DC Moore’s dark and funny new play is an epic tale of unsavoury action and England’s lost land.
Headlong’s Artistic Director, Jeremy Herrin directs Anne-Marie Duff as Mary. Cast includes Lois Chimimba, Peta Cornish, Anna Crichlow, John Dagleish, Brian Doherty, Anne-Marie Duff, Trevor Fox, Hannah Hutch, Cush Jumbo, Ian-Lloyd Anderson, Tim McMullan and John O’Dowd.
Design is by Richard Hudson, lighting design by Paule Constable, music by Stephen Warbeck, sound design by Ian Dickinson, movement direction by Joseph Alford and fight direction by Rachel Bown-Williams and Ruth Cooper-Brown of RC-ANNIE Ltd, dance by Sian Williams.
Common is a co-production with the National Theatre. It will play from 29 May - 30 September at the National Theatre.
The present day. A residential street in South East London. The house where reclusive siblings Peppy and Daniel were born is now stuffed full of everything they have ever owned. This hoard, their eccentric appearance and rampant garden hedge, set them conspicuously apart from others on their road.
The House They Grew Up In is a tender, dark and funny look at a co-dependent relationship between a brother and a sister, and how they cope when the world bursts in on them. It explores how, in an age of anxiety, we live alongside those different to us.
Deborah Bruce’s first play was Godchild (Hampstead 2013); her second, The Distance, premiered at the Orange Tree Theatre and was revived there and in Sheffield in 2015 and nominated for the Susan Smith Blackburn Prize.
Artistic Director of Headlong Jeremy Herrin returns to Chichester.
A co-production with Chichester Festival Theatre
One flower girl. Two experts. Free lessons. Six months. Duchess required.
Over one hundred years after it was written, a radical new co-production explores one of the most celebrated comedies of the 20th Century, Bernard Shaw’s Pygmalion.
‘The science of speech. That’s my profession. I can place any man within six miles. I can place him within two miles in London. Sometimes within two streets.’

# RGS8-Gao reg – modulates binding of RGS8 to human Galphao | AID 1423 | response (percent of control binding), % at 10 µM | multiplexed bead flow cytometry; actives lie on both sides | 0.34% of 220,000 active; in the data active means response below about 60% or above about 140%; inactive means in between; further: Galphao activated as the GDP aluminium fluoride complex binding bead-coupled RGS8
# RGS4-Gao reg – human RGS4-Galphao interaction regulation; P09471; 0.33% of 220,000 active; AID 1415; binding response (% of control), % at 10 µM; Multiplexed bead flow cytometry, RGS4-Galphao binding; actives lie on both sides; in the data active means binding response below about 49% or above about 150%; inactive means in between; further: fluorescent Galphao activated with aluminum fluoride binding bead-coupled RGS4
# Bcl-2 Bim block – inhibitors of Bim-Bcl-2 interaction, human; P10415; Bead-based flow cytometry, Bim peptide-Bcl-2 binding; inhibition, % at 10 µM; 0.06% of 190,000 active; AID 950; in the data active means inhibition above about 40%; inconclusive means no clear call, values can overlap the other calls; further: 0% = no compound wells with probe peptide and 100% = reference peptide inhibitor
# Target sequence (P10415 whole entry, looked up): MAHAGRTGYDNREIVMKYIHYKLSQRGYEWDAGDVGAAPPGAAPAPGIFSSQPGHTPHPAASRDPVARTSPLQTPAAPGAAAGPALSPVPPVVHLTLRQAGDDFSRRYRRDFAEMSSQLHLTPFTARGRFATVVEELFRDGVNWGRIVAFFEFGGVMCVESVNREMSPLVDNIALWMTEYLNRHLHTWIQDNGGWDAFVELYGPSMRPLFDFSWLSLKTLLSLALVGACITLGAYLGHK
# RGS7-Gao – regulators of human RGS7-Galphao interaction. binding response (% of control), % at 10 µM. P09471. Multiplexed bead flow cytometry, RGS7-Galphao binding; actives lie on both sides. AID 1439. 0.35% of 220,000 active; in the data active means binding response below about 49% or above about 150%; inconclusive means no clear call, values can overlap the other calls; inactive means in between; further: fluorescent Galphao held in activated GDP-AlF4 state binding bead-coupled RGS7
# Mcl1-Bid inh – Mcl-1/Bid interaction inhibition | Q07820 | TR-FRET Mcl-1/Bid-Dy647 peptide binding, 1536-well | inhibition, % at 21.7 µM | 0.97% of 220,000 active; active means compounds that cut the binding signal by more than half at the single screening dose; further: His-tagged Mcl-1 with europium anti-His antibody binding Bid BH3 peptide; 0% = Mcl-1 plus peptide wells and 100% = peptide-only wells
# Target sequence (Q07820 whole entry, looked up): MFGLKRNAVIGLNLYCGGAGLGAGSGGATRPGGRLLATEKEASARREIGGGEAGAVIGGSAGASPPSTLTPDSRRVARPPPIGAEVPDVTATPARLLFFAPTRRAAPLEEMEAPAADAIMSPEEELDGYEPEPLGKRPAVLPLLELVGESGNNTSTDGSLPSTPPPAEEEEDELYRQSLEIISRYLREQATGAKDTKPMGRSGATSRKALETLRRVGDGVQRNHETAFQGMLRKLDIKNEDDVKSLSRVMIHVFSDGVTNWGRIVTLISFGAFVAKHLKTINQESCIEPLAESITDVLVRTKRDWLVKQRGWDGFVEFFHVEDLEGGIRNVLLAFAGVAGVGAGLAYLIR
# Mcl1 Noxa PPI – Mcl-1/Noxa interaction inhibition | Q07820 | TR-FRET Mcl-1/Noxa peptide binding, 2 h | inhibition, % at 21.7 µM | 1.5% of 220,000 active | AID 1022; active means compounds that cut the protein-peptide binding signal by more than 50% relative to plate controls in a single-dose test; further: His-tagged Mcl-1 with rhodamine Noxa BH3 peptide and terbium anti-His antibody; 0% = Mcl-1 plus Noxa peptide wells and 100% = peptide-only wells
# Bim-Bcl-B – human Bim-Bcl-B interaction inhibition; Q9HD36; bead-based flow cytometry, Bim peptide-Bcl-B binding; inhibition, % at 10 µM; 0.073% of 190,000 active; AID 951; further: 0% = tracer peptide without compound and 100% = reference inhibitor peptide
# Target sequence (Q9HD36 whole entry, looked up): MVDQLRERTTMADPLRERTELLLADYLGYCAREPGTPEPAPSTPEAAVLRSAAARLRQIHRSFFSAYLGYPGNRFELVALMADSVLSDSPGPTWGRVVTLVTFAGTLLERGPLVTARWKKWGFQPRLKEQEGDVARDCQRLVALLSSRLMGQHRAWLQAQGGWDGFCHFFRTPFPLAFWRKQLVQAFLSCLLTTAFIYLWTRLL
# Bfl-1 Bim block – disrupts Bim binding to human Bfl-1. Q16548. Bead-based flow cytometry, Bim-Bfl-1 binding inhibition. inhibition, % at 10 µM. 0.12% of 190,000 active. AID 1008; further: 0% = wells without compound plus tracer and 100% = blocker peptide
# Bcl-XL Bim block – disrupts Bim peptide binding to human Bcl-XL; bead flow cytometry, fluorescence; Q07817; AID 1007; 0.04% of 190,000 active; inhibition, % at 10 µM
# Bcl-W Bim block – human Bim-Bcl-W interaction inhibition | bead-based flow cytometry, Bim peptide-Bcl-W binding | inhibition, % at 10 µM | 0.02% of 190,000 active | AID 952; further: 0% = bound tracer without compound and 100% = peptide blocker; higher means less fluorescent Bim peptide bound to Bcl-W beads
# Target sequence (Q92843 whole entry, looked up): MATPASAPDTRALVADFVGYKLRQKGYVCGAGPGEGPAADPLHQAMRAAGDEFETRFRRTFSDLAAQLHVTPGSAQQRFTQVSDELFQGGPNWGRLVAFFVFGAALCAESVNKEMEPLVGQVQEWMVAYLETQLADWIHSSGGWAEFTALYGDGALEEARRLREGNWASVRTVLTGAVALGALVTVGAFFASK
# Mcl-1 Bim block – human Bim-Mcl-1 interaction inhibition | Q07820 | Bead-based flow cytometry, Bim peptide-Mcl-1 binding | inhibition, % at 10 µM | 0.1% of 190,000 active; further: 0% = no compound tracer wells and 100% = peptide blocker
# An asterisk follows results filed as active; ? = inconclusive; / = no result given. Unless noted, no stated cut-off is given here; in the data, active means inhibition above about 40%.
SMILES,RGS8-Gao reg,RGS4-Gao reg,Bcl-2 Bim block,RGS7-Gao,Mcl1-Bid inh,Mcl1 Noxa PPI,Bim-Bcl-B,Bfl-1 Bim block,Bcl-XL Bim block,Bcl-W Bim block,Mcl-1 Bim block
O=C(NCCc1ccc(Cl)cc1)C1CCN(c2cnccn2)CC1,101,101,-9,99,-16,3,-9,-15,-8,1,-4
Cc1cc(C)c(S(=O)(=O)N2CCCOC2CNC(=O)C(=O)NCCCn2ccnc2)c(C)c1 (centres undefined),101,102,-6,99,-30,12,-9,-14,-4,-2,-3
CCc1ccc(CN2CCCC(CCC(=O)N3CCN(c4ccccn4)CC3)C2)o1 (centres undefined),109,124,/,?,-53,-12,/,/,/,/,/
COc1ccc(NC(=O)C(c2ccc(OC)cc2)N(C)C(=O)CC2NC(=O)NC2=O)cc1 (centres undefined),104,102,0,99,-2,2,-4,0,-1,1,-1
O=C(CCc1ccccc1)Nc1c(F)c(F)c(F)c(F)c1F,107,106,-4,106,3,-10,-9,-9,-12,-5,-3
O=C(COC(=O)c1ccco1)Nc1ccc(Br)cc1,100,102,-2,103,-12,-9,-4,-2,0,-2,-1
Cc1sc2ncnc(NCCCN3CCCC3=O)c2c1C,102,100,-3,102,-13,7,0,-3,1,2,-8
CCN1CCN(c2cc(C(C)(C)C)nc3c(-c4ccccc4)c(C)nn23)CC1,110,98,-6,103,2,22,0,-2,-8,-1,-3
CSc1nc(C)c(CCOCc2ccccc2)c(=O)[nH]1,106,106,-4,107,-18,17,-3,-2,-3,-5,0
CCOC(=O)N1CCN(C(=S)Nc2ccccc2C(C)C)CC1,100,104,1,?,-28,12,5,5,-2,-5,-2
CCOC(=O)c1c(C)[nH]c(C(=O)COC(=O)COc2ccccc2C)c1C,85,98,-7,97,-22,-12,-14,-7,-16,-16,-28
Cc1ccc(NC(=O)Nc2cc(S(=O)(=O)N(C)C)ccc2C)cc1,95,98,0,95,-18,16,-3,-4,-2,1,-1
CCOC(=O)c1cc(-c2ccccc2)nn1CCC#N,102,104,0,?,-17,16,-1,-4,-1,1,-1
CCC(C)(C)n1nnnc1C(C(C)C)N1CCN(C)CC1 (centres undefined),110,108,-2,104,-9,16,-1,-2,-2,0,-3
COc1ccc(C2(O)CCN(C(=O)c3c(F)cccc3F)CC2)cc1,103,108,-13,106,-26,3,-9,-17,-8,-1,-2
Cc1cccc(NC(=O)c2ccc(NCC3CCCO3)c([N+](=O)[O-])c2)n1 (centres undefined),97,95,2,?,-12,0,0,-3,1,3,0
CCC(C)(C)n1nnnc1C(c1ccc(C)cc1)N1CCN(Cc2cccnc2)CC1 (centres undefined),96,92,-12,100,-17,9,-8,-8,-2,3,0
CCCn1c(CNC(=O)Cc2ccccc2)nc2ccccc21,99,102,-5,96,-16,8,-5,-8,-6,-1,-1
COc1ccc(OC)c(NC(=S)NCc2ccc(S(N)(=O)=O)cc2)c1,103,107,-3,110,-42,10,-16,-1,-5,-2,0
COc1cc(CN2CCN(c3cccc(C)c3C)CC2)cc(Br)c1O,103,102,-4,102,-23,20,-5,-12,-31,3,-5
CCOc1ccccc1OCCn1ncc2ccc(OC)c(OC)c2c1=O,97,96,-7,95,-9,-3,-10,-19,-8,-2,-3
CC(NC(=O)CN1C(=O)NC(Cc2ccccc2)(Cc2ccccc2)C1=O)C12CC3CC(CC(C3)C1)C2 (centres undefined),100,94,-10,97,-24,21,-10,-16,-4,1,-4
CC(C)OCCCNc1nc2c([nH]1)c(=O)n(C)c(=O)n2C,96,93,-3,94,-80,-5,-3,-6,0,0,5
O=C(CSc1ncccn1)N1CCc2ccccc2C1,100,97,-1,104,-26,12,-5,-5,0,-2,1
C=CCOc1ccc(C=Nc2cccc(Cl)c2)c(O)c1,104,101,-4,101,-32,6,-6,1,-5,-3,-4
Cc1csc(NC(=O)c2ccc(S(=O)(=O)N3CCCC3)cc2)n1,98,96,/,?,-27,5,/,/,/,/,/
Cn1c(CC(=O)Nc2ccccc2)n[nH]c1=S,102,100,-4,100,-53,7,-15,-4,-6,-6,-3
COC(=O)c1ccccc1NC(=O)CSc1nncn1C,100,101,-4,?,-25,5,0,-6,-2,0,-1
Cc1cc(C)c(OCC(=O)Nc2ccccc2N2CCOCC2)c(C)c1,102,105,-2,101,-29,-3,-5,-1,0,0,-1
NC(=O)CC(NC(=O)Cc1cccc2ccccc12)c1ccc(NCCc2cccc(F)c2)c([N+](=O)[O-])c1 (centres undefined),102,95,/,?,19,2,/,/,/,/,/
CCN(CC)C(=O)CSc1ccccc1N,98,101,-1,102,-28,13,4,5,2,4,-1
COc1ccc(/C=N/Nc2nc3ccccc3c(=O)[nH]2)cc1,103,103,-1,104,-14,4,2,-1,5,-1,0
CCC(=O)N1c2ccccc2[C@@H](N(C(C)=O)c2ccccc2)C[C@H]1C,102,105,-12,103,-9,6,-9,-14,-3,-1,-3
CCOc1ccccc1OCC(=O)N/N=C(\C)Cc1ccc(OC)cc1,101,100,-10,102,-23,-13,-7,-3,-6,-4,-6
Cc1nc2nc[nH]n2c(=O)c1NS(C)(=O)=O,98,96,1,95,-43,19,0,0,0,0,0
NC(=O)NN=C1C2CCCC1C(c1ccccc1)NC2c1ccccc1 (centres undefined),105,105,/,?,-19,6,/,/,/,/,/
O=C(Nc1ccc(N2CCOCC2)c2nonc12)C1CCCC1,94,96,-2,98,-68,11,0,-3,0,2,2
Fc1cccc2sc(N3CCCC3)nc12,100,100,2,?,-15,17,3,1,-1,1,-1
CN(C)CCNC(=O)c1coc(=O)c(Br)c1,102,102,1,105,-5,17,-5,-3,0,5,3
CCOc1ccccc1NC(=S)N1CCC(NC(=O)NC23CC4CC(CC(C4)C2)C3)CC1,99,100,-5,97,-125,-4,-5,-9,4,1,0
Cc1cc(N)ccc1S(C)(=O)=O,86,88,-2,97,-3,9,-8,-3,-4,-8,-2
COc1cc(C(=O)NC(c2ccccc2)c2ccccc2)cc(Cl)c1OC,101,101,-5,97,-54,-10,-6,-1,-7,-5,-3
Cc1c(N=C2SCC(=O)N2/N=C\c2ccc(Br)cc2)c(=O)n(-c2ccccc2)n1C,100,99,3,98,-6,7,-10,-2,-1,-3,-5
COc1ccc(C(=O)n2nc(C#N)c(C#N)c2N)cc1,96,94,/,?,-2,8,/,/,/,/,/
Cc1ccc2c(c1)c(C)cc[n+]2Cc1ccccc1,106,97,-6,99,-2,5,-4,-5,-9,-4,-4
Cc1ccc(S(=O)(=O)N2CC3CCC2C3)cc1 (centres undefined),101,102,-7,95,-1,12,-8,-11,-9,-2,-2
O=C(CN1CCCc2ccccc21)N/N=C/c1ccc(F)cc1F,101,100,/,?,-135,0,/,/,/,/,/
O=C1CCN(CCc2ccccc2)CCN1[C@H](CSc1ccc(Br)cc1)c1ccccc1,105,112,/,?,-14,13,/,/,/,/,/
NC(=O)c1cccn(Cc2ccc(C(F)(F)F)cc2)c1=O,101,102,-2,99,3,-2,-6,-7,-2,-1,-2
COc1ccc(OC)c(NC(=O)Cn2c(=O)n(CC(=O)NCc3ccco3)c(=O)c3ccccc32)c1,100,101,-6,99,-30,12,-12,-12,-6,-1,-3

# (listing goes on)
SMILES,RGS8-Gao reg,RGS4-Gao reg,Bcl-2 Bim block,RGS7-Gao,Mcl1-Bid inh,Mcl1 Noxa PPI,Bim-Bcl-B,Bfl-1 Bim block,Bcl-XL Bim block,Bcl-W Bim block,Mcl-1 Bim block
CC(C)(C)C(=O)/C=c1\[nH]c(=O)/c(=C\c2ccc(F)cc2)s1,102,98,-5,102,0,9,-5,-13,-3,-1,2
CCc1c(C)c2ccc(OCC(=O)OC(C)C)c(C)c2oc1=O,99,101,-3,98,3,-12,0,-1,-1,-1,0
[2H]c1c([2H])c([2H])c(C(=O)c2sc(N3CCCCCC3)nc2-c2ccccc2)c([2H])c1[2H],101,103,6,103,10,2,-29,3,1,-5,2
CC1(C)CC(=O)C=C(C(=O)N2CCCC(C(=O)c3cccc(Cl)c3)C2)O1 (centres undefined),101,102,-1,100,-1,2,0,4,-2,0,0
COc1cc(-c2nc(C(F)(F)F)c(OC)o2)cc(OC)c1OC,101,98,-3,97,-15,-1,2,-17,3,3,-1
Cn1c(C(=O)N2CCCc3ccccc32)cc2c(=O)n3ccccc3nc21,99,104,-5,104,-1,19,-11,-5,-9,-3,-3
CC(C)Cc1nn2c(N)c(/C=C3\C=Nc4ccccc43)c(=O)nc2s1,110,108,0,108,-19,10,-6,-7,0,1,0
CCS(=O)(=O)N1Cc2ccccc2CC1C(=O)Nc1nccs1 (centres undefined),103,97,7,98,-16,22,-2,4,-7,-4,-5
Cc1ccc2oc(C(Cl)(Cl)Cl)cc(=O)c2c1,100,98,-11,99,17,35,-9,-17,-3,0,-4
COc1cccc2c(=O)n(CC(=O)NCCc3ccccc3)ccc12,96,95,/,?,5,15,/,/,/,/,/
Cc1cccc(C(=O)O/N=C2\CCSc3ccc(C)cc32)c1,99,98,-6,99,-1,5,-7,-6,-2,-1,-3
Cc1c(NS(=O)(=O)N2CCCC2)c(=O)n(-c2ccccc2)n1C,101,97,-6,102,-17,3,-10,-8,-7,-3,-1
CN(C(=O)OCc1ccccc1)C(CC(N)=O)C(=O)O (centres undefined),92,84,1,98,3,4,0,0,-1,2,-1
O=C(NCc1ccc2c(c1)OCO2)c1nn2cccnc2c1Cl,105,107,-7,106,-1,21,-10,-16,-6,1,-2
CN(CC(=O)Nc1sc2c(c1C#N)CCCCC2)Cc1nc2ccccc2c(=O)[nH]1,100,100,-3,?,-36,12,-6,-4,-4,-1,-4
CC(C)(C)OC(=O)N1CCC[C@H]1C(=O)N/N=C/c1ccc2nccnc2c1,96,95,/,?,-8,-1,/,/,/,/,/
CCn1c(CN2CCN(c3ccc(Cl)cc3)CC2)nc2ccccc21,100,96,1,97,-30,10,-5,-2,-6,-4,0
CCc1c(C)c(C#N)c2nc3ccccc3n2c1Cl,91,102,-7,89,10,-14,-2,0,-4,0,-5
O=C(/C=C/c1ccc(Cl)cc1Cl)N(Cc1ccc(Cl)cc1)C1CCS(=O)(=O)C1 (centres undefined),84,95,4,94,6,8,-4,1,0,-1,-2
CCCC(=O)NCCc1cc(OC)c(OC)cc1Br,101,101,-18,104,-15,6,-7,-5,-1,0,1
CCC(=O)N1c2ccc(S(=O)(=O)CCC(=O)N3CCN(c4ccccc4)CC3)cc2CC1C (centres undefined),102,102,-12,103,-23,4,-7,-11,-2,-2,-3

Witness the transformation of Eliza Doolittle in a world where we can be digitally altered within seconds. Through video and sound technology, director Sam Pritchard’s fearless new staging interrogates class identity and social mobility in Britain today and asks us - how much do our voices still define who we are?
Following a critically-acclaimed, sold-out season at the National Theatre and in London's West End, People, Places & Things will tour the UK this autumn with a new cast to be announced.
Written by Duncan Macmillan (1984, Every Brilliant Thing, Lungs) and directed by Headlong Artistic Director Jeremy Herrin, People, Places and Things is designed by Olivier and Tony Award winning designer Bunny Christie (The Curious Incident of the Dog in the Night-Time.)
Emma was having the time of her life. Now she's in rehab.
Her first step is to admit that she has a problem. But the problem isn't with Emma, it's with everything else. She needs to tell the truth. But she's smart enough to know that there's no such thing.
When intoxication feels like the only way to survive the modern world, how can she ever sober up?
A Headlong, National Theatre, Home and Exeter Northcott co-production
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Headlong and the Guardian newspaper have joined forces to interrogate the Brexit vote. In a series of short films to be broadcast on the Guardian website, leading theatre voices from across the UK will look at both sides of the argument to find out what happened, why and what the consequences could be?
The Brexit vote was the single most significant event in UK politics since WW2. In a deeply divided nation how does such disparity of views affect ideas of community, values and aspirations. How will this political revolution reshape politics in Britain?
The short films will be produced by Headlong and the Guardian and released through the Guardian website.
Headlong is delighted to announce that Chloe Mashiter has won Headlong’s Digital Artist Award.
Chloe will be working alongside the company’s creatives to design an audio game that explores our personal responsibility towards victims of conflict.
A game for you to play on a smartphone, made by Headlong and Coney, living in the world of People Places & Things by Duncan Macmillan.
What is your relationship with your smartphone like? Are you constantly checking it? Do you feel like your left arm is missing when you’re without it? Are you concerned that you might have become addicted?
Never fear. Help is at hand.
The rehab centre that Emma checks into in People, Places & Things has just released a handy free online service that helps you manage your relationship with your smartphone more successfully.
Chat to an AI therapist who can quickly diagnose your problems. Learn more about both yourself and your behaviour through taking part in a number of personalised role plays. Discover what you’re like, what she’s like, what your relationship with your smartphone is actually like.
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